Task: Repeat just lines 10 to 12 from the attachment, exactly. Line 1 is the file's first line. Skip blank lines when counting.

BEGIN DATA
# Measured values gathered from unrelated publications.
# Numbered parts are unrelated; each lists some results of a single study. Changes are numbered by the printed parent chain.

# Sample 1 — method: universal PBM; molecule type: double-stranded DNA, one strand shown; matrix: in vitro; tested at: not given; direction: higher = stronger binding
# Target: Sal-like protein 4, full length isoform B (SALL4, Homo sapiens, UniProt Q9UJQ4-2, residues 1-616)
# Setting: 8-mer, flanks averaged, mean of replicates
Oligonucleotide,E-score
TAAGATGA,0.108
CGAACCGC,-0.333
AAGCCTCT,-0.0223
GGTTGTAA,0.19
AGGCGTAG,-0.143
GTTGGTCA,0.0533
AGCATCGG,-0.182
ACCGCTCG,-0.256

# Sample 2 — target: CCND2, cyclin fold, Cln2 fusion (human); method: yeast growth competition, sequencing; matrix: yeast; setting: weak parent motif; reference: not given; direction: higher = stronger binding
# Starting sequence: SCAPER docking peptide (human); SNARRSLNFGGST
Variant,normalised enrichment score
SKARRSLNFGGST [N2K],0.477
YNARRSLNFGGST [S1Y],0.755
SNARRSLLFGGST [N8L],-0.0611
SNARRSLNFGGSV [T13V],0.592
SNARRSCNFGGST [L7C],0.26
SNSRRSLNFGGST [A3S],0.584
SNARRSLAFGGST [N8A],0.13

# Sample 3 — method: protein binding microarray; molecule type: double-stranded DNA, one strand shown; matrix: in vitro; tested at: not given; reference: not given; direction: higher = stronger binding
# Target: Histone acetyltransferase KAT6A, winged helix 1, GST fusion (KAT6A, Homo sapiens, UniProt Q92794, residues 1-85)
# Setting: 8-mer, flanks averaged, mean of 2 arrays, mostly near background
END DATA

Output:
GGTTGTAA,0.19
AGGCGTAG,-0.143
GTTGGTCA,0.0533